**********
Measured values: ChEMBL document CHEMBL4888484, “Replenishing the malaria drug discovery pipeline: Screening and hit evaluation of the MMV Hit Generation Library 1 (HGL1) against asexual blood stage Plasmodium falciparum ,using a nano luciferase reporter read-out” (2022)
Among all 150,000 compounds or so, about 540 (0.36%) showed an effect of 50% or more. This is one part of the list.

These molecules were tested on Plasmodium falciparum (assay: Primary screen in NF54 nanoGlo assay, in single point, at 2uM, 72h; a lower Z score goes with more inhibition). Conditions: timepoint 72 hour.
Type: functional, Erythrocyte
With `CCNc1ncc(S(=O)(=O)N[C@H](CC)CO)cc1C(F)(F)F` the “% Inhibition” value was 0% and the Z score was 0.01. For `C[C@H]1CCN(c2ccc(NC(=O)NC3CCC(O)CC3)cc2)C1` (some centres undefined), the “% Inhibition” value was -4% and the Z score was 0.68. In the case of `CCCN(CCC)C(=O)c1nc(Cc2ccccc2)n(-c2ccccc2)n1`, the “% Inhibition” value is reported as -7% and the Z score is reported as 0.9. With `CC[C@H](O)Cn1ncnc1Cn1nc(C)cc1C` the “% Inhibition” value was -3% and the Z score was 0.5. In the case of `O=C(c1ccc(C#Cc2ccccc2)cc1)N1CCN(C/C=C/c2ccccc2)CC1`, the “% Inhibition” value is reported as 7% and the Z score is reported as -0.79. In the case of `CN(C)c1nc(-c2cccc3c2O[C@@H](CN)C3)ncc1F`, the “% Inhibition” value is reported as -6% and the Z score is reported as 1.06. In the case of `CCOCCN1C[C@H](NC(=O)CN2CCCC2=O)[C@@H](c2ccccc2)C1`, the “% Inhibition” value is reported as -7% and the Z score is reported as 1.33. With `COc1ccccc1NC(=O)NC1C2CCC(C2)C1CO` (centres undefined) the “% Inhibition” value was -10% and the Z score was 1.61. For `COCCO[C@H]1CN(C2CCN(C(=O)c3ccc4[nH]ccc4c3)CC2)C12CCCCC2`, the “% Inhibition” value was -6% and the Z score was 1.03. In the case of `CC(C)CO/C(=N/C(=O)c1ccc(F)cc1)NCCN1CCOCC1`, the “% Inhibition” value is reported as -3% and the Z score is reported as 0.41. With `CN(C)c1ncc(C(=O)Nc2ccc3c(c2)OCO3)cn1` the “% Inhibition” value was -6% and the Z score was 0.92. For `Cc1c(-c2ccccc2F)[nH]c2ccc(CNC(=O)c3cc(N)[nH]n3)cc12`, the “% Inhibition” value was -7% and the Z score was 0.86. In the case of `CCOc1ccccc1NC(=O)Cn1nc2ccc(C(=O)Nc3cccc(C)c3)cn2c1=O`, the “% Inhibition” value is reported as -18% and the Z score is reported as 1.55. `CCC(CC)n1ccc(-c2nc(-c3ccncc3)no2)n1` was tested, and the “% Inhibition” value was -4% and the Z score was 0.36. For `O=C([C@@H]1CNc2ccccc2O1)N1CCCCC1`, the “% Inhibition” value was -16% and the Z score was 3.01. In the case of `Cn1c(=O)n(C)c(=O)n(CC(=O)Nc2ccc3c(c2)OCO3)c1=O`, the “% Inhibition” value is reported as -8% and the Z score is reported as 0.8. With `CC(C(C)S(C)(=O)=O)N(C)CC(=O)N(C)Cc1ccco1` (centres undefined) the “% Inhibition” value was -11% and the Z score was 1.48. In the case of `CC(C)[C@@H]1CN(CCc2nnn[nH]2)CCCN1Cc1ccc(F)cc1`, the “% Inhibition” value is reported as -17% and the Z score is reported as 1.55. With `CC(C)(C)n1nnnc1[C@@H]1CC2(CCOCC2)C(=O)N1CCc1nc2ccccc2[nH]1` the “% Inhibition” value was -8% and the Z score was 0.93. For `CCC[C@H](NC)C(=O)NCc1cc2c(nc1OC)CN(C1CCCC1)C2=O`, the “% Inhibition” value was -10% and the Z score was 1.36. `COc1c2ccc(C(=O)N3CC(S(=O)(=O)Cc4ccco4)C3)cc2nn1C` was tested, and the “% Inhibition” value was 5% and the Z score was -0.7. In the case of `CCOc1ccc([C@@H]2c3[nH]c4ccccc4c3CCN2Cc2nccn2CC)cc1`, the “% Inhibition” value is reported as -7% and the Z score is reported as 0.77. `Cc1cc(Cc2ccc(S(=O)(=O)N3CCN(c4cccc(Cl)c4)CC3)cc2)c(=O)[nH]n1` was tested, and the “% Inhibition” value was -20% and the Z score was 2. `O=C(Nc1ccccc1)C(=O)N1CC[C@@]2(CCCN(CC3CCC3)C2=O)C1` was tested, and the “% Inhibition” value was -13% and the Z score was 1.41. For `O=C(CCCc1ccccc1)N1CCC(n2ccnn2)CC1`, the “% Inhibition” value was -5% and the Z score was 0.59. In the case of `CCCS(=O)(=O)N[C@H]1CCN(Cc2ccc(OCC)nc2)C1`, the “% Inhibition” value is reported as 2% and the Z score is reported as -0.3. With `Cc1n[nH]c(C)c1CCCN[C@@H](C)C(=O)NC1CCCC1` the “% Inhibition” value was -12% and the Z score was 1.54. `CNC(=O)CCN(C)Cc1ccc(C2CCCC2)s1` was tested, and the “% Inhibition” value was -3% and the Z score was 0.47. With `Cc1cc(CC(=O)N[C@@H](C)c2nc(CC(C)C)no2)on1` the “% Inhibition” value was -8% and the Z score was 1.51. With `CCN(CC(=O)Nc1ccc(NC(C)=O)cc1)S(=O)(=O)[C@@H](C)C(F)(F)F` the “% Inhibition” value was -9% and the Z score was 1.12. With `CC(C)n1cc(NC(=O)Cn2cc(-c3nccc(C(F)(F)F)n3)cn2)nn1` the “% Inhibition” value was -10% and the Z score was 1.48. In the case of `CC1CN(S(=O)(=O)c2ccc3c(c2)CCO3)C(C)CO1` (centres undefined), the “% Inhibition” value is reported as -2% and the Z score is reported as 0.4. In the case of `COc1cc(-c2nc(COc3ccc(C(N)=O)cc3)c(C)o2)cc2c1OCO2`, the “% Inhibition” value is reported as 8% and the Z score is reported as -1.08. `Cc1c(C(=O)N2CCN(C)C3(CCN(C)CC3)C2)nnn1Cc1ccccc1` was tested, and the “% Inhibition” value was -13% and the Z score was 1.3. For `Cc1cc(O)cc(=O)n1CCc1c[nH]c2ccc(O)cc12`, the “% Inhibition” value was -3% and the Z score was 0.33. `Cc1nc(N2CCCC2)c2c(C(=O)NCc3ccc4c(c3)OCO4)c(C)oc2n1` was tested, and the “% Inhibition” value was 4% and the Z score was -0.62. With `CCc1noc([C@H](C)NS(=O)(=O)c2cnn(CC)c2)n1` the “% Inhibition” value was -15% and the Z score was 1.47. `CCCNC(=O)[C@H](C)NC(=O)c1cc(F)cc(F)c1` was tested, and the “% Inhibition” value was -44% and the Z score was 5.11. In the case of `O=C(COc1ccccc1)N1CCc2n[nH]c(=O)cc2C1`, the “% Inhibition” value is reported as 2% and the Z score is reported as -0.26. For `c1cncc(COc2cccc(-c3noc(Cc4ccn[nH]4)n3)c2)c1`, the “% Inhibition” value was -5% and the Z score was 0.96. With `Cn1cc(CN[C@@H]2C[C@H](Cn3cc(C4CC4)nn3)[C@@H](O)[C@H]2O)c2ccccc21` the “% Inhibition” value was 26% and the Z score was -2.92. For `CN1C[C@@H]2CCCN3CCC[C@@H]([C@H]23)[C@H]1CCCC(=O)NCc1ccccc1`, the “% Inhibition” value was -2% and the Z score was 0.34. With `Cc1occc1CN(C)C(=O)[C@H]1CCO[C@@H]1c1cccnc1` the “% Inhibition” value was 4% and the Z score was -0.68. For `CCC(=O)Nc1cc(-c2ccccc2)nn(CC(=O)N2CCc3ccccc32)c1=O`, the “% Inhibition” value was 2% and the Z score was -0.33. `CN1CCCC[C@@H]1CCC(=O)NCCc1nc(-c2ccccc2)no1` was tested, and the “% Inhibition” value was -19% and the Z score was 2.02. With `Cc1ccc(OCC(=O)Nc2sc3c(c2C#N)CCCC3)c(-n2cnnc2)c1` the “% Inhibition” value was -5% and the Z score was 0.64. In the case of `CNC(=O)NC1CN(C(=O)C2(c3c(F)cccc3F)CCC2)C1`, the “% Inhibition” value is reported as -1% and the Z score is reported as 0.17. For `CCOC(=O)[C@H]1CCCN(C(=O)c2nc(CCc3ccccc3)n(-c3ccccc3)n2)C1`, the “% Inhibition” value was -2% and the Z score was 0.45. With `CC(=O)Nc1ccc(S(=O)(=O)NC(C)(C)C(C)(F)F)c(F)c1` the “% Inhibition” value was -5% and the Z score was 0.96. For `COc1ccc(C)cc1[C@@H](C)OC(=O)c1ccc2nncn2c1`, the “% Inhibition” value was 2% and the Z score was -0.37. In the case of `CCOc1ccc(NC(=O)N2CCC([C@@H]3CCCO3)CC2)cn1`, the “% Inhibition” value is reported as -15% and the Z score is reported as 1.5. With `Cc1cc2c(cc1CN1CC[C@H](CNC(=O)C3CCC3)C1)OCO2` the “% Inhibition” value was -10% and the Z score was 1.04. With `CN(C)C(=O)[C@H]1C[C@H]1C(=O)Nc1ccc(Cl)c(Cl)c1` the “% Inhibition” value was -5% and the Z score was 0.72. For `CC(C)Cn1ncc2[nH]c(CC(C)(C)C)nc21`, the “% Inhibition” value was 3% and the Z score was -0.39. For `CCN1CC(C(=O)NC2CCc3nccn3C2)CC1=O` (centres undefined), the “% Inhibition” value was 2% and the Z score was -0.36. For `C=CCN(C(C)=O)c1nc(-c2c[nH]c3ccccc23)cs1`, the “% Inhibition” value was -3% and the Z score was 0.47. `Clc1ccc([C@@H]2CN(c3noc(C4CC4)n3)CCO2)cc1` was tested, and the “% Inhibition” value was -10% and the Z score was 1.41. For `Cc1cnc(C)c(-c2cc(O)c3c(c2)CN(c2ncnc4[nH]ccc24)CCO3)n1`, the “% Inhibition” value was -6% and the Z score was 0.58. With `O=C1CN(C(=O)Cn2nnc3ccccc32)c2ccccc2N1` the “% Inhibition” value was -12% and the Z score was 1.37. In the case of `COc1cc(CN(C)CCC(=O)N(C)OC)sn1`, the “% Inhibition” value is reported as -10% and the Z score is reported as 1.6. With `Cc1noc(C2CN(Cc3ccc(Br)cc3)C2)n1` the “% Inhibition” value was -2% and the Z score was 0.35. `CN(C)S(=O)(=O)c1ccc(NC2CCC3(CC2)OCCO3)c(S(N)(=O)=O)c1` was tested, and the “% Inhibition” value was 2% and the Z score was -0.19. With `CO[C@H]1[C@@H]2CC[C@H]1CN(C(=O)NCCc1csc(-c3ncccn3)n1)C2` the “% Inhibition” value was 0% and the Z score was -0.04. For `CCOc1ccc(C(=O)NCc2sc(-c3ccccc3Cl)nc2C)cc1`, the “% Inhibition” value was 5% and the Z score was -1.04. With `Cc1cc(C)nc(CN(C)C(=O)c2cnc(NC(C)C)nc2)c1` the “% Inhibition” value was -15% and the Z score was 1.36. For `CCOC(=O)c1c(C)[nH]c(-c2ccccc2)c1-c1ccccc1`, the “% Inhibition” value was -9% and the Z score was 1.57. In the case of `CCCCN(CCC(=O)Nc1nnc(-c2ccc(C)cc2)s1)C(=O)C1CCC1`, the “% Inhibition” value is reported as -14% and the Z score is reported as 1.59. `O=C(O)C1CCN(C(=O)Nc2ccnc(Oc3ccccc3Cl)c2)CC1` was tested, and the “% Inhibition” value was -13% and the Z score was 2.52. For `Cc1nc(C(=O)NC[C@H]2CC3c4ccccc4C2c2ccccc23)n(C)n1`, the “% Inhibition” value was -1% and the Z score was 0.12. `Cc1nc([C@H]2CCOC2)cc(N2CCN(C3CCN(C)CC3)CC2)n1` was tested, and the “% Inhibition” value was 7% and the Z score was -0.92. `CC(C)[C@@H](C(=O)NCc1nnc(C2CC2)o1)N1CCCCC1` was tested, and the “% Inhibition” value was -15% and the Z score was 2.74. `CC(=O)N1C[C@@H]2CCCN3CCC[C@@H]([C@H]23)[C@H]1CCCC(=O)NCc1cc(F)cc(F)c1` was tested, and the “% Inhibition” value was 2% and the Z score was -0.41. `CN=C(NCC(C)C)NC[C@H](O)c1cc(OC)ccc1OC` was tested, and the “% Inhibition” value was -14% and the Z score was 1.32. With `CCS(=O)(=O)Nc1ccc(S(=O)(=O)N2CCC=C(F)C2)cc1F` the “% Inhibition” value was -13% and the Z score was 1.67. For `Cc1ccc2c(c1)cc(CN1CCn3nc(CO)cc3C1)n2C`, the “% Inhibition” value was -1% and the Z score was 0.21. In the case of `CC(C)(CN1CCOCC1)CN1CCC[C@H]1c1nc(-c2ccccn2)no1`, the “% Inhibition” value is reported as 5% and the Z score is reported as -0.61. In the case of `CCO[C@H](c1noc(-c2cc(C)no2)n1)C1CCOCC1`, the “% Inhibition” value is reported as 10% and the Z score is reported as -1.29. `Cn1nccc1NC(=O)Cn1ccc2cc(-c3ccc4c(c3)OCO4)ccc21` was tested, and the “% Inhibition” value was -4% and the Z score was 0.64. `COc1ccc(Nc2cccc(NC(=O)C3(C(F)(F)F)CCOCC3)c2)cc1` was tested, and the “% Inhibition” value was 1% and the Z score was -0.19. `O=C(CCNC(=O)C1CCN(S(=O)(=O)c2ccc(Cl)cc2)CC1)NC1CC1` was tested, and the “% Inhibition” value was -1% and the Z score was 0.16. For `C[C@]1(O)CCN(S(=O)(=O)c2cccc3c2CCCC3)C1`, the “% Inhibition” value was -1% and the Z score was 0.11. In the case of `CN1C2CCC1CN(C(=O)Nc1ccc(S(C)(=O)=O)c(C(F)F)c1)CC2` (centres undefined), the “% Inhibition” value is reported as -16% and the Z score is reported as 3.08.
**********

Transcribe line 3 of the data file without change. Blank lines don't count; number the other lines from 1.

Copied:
These molecules were tested on Plasmodium falciparum (assay: Primary screen in NF54 nanoGlo assay, in single point, at 2uM, 72h; a lower Z score goes with more inhibition). Conditions: timepoint 72 hour.